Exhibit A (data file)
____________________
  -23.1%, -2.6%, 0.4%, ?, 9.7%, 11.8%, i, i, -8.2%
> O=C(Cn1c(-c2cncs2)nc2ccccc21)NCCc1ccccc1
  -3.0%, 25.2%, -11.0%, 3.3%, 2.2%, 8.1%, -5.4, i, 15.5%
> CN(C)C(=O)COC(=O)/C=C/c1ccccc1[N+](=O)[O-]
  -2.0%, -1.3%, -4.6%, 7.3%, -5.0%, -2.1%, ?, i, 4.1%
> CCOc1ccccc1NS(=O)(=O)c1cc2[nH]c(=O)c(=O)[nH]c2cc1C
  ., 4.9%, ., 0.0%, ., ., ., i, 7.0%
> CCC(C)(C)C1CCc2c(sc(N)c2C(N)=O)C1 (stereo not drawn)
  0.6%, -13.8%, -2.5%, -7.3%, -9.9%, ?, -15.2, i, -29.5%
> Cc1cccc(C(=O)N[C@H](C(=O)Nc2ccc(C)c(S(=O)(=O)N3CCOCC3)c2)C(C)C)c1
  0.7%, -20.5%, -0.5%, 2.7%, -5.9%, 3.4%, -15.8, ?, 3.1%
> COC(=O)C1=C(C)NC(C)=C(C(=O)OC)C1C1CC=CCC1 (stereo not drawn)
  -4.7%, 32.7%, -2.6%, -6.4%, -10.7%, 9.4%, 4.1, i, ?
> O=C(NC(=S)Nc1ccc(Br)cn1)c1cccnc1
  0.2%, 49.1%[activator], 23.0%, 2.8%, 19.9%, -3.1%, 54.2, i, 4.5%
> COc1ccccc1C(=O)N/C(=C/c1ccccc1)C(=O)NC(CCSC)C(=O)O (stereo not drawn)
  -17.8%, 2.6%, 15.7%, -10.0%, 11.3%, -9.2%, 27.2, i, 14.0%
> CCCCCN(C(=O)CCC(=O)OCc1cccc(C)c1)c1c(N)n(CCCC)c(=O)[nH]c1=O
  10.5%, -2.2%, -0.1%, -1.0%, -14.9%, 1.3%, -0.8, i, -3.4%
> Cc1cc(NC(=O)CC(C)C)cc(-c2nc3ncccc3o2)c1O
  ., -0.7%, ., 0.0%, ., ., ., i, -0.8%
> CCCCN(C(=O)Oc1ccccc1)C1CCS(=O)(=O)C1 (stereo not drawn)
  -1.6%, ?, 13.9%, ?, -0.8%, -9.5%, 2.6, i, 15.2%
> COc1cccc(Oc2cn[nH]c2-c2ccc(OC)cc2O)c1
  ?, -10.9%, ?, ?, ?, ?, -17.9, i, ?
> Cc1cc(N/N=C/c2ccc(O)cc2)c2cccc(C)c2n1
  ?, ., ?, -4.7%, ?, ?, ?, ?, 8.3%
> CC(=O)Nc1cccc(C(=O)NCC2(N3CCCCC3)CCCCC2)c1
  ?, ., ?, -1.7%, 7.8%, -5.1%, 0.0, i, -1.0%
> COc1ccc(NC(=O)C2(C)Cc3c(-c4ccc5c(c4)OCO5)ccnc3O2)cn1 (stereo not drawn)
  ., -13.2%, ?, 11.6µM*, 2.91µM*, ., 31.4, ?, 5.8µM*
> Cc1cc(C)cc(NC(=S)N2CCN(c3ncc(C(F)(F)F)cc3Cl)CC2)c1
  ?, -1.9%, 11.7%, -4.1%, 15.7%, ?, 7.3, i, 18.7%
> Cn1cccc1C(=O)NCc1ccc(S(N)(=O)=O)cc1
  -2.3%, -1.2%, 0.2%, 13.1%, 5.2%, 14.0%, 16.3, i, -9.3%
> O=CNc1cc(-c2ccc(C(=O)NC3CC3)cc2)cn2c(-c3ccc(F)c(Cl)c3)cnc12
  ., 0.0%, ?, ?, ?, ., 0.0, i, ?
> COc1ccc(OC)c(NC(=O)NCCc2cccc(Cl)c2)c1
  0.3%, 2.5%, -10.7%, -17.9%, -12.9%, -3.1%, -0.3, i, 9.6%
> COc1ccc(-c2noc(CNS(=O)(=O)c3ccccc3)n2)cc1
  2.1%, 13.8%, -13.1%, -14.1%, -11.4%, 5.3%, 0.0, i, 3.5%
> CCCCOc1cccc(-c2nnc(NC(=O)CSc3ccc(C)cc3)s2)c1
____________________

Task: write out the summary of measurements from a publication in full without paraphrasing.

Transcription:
  -23.1%, -2.6%, 0.4%, ?, 9.7%, 11.8%, i, i, -8.2%
> O=C(Cn1c(-c2cncs2)nc2ccccc21)NCCc1ccccc1
  -3.0%, 25.2%, -11.0%, 3.3%, 2.2%, 8.1%, -5.4, i, 15.5%
> CN(C)C(=O)COC(=O)/C=C/c1ccccc1[N+](=O)[O-]
  -2.0%, -1.3%, -4.6%, 7.3%, -5.0%, -2.1%, ?, i, 4.1%
> CCOc1ccccc1NS(=O)(=O)c1cc2[nH]c(=O)c(=O)[nH]c2cc1C
  ., 4.9%, ., 0.0%, ., ., ., i, 7.0%
> CCC(C)(C)C1CCc2c(sc(N)c2C(N)=O)C1 (stereo not drawn)
  0.6%, -13.8%, -2.5%, -7.3%, -9.9%, ?, -15.2, i, -29.5%
> Cc1cccc(C(=O)N[C@H](C(=O)Nc2ccc(C)c(S(=O)(=O)N3CCOCC3)c2)C(C)C)c1
  0.7%, -20.5%, -0.5%, 2.7%, -5.9%, 3.4%, -15.8, ?, 3.1%
> COC(=O)C1=C(C)NC(C)=C(C(=O)OC)C1C1CC=CCC1 (stereo not drawn)
  -4.7%, 32.7%, -2.6%, -6.4%, -10.7%, 9.4%, 4.1, i, ?
> O=C(NC(=S)Nc1ccc(Br)cn1)c1cccnc1
  0.2%, 49.1%[activator], 23.0%, 2.8%, 19.9%, -3.1%, 54.2, i, 4.5%
> COc1ccccc1C(=O)N/C(=C/c1ccccc1)C(=O)NC(CCSC)C(=O)O (stereo not drawn)
  -17.8%, 2.6%, 15.7%, -10.0%, 11.3%, -9.2%, 27.2, i, 14.0%
> CCCCCN(C(=O)CCC(=O)OCc1cccc(C)c1)c1c(N)n(CCCC)c(=O)[nH]c1=O
  10.5%, -2.2%, -0.1%, -1.0%, -14.9%, 1.3%, -0.8, i, -3.4%
> Cc1cc(NC(=O)CC(C)C)cc(-c2nc3ncccc3o2)c1O
  ., -0.7%, ., 0.0%, ., ., ., i, -0.8%
> CCCCN(C(=O)Oc1ccccc1)C1CCS(=O)(=O)C1 (stereo not drawn)
  -1.6%, ?, 13.9%, ?, -0.8%, -9.5%, 2.6, i, 15.2%
> COc1cccc(Oc2cn[nH]c2-c2ccc(OC)cc2O)c1
  ?, -10.9%, ?, ?, ?, ?, -17.9, i, ?
> Cc1cc(N/N=C/c2ccc(O)cc2)c2cccc(C)c2n1
  ?, ., ?, -4.7%, ?, ?, ?, ?, 8.3%
> CC(=O)Nc1cccc(C(=O)NCC2(N3CCCCC3)CCCCC2)c1
  ?, ., ?, -1.7%, 7.8%, -5.1%, 0.0, i, -1.0%
> COc1ccc(NC(=O)C2(C)Cc3c(-c4ccc5c(c4)OCO5)ccnc3O2)cn1 (stereo not drawn)
  ., -13.2%, ?, 11.6µM*, 2.91µM*, ., 31.4, ?, 5.8µM*
> Cc1cc(C)cc(NC(=S)N2CCN(c3ncc(C(F)(F)F)cc3Cl)CC2)c1
  ?, -1.9%, 11.7%, -4.1%, 15.7%, ?, 7.3, i, 18.7%
> Cn1cccc1C(=O)NCc1ccc(S(N)(=O)=O)cc1
  -2.3%, -1.2%, 0.2%, 13.1%, 5.2%, 14.0%, 16.3, i, -9.3%
> O=CNc1cc(-c2ccc(C(=O)NC3CC3)cc2)cn2c(-c3ccc(F)c(Cl)c3)cnc12
  ., 0.0%, ?, ?, ?, ., 0.0, i, ?
> COc1ccc(OC)c(NC(=O)NCCc2cccc(Cl)c2)c1
  0.3%, 2.5%, -10.7%, -17.9%, -12.9%, -3.1%, -0.3, i, 9.6%
> COc1ccc(-c2noc(CNS(=O)(=O)c3ccccc3)n2)cc1
  2.1%, 13.8%, -13.1%, -14.1%, -11.4%, 5.3%, 0.0, i, 3.5%
> CCCCOc1cccc(-c2nnc(NC(=O)CSc3ccc(C)cc3)s2)c1